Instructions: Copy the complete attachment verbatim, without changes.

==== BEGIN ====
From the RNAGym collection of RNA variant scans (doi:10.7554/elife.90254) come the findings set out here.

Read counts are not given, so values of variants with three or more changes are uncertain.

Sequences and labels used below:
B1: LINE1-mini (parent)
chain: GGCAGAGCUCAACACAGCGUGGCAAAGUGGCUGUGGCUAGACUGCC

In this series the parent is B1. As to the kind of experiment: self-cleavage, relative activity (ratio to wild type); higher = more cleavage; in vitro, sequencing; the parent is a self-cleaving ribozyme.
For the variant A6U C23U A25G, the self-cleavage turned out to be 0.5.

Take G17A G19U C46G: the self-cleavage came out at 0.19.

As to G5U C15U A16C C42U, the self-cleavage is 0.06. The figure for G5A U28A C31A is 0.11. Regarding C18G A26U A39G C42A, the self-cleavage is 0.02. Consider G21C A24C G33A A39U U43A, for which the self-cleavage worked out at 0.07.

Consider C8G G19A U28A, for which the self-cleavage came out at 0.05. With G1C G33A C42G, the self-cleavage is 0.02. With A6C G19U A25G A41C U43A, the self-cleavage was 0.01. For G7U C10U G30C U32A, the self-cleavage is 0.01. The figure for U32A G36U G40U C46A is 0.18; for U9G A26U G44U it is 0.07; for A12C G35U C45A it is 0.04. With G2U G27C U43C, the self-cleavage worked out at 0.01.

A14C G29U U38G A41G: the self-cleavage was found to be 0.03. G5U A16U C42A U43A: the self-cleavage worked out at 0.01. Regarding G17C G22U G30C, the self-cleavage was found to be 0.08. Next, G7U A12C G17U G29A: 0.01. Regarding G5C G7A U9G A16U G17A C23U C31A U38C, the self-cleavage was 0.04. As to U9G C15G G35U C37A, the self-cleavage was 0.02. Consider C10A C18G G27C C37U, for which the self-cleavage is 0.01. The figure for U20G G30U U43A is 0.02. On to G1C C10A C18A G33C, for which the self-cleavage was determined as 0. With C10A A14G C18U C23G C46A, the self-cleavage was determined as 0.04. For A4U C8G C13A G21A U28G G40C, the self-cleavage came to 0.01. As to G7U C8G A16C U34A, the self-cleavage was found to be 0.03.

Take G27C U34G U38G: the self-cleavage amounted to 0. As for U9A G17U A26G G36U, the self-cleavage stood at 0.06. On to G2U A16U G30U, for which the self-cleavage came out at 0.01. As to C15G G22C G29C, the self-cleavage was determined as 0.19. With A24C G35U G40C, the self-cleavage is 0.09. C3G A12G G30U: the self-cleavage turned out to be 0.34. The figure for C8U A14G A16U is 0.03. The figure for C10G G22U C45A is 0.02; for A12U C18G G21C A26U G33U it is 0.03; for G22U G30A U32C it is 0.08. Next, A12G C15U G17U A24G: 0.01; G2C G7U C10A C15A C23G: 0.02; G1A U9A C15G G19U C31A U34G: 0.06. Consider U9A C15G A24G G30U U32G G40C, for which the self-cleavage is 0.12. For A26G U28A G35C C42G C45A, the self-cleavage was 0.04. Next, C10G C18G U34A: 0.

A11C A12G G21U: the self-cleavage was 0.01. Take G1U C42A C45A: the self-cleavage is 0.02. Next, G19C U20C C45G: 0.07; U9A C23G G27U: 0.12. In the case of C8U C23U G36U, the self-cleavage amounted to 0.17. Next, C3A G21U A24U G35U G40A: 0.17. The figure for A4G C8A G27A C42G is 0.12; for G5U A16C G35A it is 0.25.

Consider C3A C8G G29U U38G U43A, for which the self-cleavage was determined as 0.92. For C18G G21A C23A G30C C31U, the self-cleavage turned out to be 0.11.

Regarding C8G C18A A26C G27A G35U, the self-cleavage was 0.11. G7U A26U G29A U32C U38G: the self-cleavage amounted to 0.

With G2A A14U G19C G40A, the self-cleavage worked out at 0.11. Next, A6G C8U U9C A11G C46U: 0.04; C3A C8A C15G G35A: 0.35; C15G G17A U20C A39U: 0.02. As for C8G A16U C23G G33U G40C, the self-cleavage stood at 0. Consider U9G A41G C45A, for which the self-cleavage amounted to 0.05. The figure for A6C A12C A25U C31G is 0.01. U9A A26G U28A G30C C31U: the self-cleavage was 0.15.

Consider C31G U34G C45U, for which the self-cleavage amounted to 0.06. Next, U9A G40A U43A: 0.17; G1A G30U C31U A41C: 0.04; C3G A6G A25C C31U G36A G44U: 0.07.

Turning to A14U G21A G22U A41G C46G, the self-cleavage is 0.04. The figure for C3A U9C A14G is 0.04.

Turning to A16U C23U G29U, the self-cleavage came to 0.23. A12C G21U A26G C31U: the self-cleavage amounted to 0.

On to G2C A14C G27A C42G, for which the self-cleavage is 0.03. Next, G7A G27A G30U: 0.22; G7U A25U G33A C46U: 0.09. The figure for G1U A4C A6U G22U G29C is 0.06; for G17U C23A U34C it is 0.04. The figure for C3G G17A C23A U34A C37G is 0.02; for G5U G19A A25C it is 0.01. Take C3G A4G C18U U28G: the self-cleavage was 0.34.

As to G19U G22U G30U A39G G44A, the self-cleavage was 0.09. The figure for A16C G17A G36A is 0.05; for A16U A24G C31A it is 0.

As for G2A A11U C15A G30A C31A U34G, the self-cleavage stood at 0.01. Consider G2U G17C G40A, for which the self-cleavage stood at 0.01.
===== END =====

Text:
From the RNAGym collection of RNA variant scans (doi:10.7554/elife.90254) come the findings set out here.

Read counts are not given, so values of variants with three or more changes are uncertain.

Sequences and labels used below:
B1: LINE1-mini (parent)
chain: GGCAGAGCUCAACACAGCGUGGCAAAGUGGCUGUGGCUAGACUGCC

In this series the parent is B1. As to the kind of experiment: self-cleavage, relative activity (ratio to wild type); higher = more cleavage; in vitro, sequencing; the parent is a self-cleaving ribozyme.
For the variant A6U C23U A25G, the self-cleavage turned out to be 0.5.

Take G17A G19U C46G: the self-cleavage came out at 0.19.

As to G5U C15U A16C C42U, the self-cleavage is 0.06. The figure for G5A U28A C31A is 0.11. Regarding C18G A26U A39G C42A, the self-cleavage is 0.02. Consider G21C A24C G33A A39U U43A, for which the self-cleavage worked out at 0.07.

Consider C8G G19A U28A, for which the self-cleavage came out at 0.05. With G1C G33A C42G, the self-cleavage is 0.02. With A6C G19U A25G A41C U43A, the self-cleavage was 0.01. For G7U C10U G30C U32A, the self-cleavage is 0.01. The figure for U32A G36U G40U C46A is 0.18; for U9G A26U G44U it is 0.07; for A12C G35U C45A it is 0.04. With G2U G27C U43C, the self-cleavage worked out at 0.01.

A14C G29U U38G A41G: the self-cleavage was found to be 0.03. G5U A16U C42A U43A: the self-cleavage worked out at 0.01. Regarding G17C G22U G30C, the self-cleavage was found to be 0.08. Next, G7U A12C G17U G29A: 0.01. Regarding G5C G7A U9G A16U G17A C23U C31A U38C, the self-cleavage was 0.04. As to U9G C15G G35U C37A, the self-cleavage was 0.02. Consider C10A C18G G27C C37U, for which the self-cleavage is 0.01. The figure for U20G G30U U43A is 0.02. On to G1C C10A C18A G33C, for which the self-cleavage was determined as 0. With C10A A14G C18U C23G C46A, the self-cleavage was determined as 0.04. For A4U C8G C13A G21A U28G G40C, the self-cleavage came to 0.01. As to G7U C8G A16C U34A, the self-cleavage was found to be 0.03.

Take G27C U34G U38G: the self-cleavage amounted to 0. As for U9A G17U A26G G36U, the self-cleavage stood at 0.06. On to G2U A16U G30U, for which the self-cleavage came out at 0.01. As to C15G G22C G29C, the self-cleavage was determined as 0.19. With A24C G35U G40C, the self-cleavage is 0.09. C3G A12G G30U: the self-cleavage turned out to be 0.34. The figure for C8U A14G A16U is 0.03. The figure for C10G G22U C45A is 0.02; for A12U C18G G21C A26U G33U it is 0.03; for G22U G30A U32C it is 0.08. Next, A12G C15U G17U A24G: 0.01; G2C G7U C10A C15A C23G: 0.02; G1A U9A C15G G19U C31A U34G: 0.06. Consider U9A C15G A24G G30U U32G G40C, for which the self-cleavage is 0.12. For A26G U28A G35C C42G C45A, the self-cleavage was 0.04. Next, C10G C18G U34A: 0.

A11C A12G G21U: the self-cleavage was 0.01. Take G1U C42A C45A: the self-cleavage is 0.02. Next, G19C U20C C45G: 0.07; U9A C23G G27U: 0.12. In the case of C8U C23U G36U, the self-cleavage amounted to 0.17. Next, C3A G21U A24U G35U G40A: 0.17. The figure for A4G C8A G27A C42G is 0.12; for G5U A16C G35A it is 0.25.

Consider C3A C8G G29U U38G U43A, for which the self-cleavage was determined as 0.92. For C18G G21A C23A G30C C31U, the self-cleavage turned out to be 0.11.

Regarding C8G C18A A26C G27A G35U, the self-cleavage was 0.11. G7U A26U G29A U32C U38G: the self-cleavage amounted to 0.

With G2A A14U G19C G40A, the self-cleavage worked out at 0.11. Next, A6G C8U U9C A11G C46U: 0.04; C3A C8A C15G G35A: 0.35; C15G G17A U20C A39U: 0.02. As for C8G A16U C23G G33U G40C, the self-cleavage stood at 0. Consider U9G A41G C45A, for which the self-cleavage amounted to 0.05. The figure for A6C A12C A25U C31G is 0.01. U9A A26G U28A G30C C31U: the self-cleavage was 0.15.

Consider C31G U34G C45U, for which the self-cleavage amounted to 0.06. Next, U9A G40A U43A: 0.17; G1A G30U C31U A41C: 0.04; C3G A6G A25C C31U G36A G44U: 0.07.

Turning to A14U G21A G22U A41G C46G, the self-cleavage is 0.04. The figure for C3A U9C A14G is 0.04.

Turning to A16U C23U G29U, the self-cleavage came to 0.23. A12C G21U A26G C31U: the self-cleavage amounted to 0.

On to G2C A14C G27A C42G, for which the self-cleavage is 0.03. Next, G7A G27A G30U: 0.22; G7U A25U G33A C46U: 0.09. The figure for G1U A4C A6U G22U G29C is 0.06; for G17U C23A U34C it is 0.04. The figure for C3G G17A C23A U34A C37G is 0.02; for G5U G19A A25C it is 0.01. Take C3G A4G C18U U28G: the self-cleavage was 0.34.

As to G19U G22U G30U A39G G44A, the self-cleavage was 0.09. The figure for A16C G17A G36A is 0.05; for A16U A24G C31A it is 0.

As for G2A A11U C15A G30A C31A U34G, the self-cleavage stood at 0.01. Consider G2U G17C G40A, for which the self-cleavage stood at 0.01.